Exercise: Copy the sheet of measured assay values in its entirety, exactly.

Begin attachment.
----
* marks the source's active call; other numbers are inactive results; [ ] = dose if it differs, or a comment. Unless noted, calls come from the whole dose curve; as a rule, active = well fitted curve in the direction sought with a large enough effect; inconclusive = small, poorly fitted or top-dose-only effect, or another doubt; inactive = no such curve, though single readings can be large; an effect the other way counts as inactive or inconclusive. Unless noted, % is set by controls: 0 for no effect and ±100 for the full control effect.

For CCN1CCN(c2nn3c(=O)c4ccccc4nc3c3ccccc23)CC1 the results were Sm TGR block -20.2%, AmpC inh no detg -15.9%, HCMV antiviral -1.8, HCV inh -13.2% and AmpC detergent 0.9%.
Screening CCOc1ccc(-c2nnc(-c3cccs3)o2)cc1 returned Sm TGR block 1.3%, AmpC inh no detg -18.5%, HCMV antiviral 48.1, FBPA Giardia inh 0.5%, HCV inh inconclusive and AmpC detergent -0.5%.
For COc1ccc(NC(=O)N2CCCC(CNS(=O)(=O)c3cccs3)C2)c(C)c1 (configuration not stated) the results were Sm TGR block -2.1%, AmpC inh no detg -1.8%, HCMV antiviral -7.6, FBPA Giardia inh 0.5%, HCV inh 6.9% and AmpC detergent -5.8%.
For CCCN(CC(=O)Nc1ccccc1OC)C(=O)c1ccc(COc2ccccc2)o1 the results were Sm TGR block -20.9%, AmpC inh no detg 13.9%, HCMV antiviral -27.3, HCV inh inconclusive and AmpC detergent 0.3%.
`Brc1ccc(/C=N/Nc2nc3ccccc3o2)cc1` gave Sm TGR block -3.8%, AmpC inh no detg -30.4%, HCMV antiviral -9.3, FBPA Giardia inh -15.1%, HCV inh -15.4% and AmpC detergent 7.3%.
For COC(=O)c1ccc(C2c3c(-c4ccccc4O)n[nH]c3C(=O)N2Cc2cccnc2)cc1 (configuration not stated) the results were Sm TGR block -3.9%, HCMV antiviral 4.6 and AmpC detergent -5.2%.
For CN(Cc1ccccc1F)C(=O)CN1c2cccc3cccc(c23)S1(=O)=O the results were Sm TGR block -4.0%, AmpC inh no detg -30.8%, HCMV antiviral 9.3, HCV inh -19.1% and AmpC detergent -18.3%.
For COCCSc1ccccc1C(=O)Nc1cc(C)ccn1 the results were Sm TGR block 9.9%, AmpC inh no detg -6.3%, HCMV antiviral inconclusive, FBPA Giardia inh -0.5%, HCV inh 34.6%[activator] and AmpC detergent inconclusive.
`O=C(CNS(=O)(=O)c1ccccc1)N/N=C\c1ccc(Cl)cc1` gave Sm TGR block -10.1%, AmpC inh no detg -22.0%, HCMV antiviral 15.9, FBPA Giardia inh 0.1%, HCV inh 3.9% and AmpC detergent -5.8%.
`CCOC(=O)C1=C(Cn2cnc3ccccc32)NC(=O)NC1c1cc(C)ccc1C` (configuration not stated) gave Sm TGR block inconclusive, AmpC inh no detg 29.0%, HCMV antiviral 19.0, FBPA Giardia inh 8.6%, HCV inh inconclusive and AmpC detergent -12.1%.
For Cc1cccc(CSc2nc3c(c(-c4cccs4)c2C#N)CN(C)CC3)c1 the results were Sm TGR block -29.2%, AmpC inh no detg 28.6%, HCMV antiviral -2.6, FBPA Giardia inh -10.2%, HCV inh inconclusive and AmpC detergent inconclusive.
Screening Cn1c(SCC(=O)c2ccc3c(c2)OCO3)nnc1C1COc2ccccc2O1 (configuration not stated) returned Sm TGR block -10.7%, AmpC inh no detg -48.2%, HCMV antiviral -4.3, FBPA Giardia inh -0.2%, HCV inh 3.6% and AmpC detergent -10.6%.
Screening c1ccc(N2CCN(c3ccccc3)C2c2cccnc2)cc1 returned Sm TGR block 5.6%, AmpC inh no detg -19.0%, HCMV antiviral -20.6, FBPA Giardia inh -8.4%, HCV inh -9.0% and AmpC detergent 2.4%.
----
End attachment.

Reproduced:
* marks the source's active call; other numbers are inactive results; [ ] = dose if it differs, or a comment. Unless noted, calls come from the whole dose curve; as a rule, active = well fitted curve in the direction sought with a large enough effect; inconclusive = small, poorly fitted or top-dose-only effect, or another doubt; inactive = no such curve, though single readings can be large; an effect the other way counts as inactive or inconclusive. Unless noted, % is set by controls: 0 for no effect and ±100 for the full control effect.

For CCN1CCN(c2nn3c(=O)c4ccccc4nc3c3ccccc23)CC1 the results were Sm TGR block -20.2%, AmpC inh no detg -15.9%, HCMV antiviral -1.8, HCV inh -13.2% and AmpC detergent 0.9%.
Screening CCOc1ccc(-c2nnc(-c3cccs3)o2)cc1 returned Sm TGR block 1.3%, AmpC inh no detg -18.5%, HCMV antiviral 48.1, FBPA Giardia inh 0.5%, HCV inh inconclusive and AmpC detergent -0.5%.
For COc1ccc(NC(=O)N2CCCC(CNS(=O)(=O)c3cccs3)C2)c(C)c1 (configuration not stated) the results were Sm TGR block -2.1%, AmpC inh no detg -1.8%, HCMV antiviral -7.6, FBPA Giardia inh 0.5%, HCV inh 6.9% and AmpC detergent -5.8%.
For CCCN(CC(=O)Nc1ccccc1OC)C(=O)c1ccc(COc2ccccc2)o1 the results were Sm TGR block -20.9%, AmpC inh no detg 13.9%, HCMV antiviral -27.3, HCV inh inconclusive and AmpC detergent 0.3%.
`Brc1ccc(/C=N/Nc2nc3ccccc3o2)cc1` gave Sm TGR block -3.8%, AmpC inh no detg -30.4%, HCMV antiviral -9.3, FBPA Giardia inh -15.1%, HCV inh -15.4% and AmpC detergent 7.3%.
For COC(=O)c1ccc(C2c3c(-c4ccccc4O)n[nH]c3C(=O)N2Cc2cccnc2)cc1 (configuration not stated) the results were Sm TGR block -3.9%, HCMV antiviral 4.6 and AmpC detergent -5.2%.
For CN(Cc1ccccc1F)C(=O)CN1c2cccc3cccc(c23)S1(=O)=O the results were Sm TGR block -4.0%, AmpC inh no detg -30.8%, HCMV antiviral 9.3, HCV inh -19.1% and AmpC detergent -18.3%.
For COCCSc1ccccc1C(=O)Nc1cc(C)ccn1 the results were Sm TGR block 9.9%, AmpC inh no detg -6.3%, HCMV antiviral inconclusive, FBPA Giardia inh -0.5%, HCV inh 34.6%[activator] and AmpC detergent inconclusive.
`O=C(CNS(=O)(=O)c1ccccc1)N/N=C\c1ccc(Cl)cc1` gave Sm TGR block -10.1%, AmpC inh no detg -22.0%, HCMV antiviral 15.9, FBPA Giardia inh 0.1%, HCV inh 3.9% and AmpC detergent -5.8%.
`CCOC(=O)C1=C(Cn2cnc3ccccc32)NC(=O)NC1c1cc(C)ccc1C` (configuration not stated) gave Sm TGR block inconclusive, AmpC inh no detg 29.0%, HCMV antiviral 19.0, FBPA Giardia inh 8.6%, HCV inh inconclusive and AmpC detergent -12.1%.
For Cc1cccc(CSc2nc3c(c(-c4cccs4)c2C#N)CN(C)CC3)c1 the results were Sm TGR block -29.2%, AmpC inh no detg 28.6%, HCMV antiviral -2.6, FBPA Giardia inh -10.2%, HCV inh inconclusive and AmpC detergent inconclusive.
Screening Cn1c(SCC(=O)c2ccc3c(c2)OCO3)nnc1C1COc2ccccc2O1 (configuration not stated) returned Sm TGR block -10.7%, AmpC inh no detg -48.2%, HCMV antiviral -4.3, FBPA Giardia inh -0.2%, HCV inh 3.6% and AmpC detergent -10.6%.
Screening c1ccc(N2CCN(c3ccccc3)C2c2cccnc2)cc1 returned Sm TGR block 5.6%, AmpC inh no detg -19.0%, HCMV antiviral -20.6, FBPA Giardia inh -8.4%, HCV inh -9.0% and AmpC detergent 2.4%.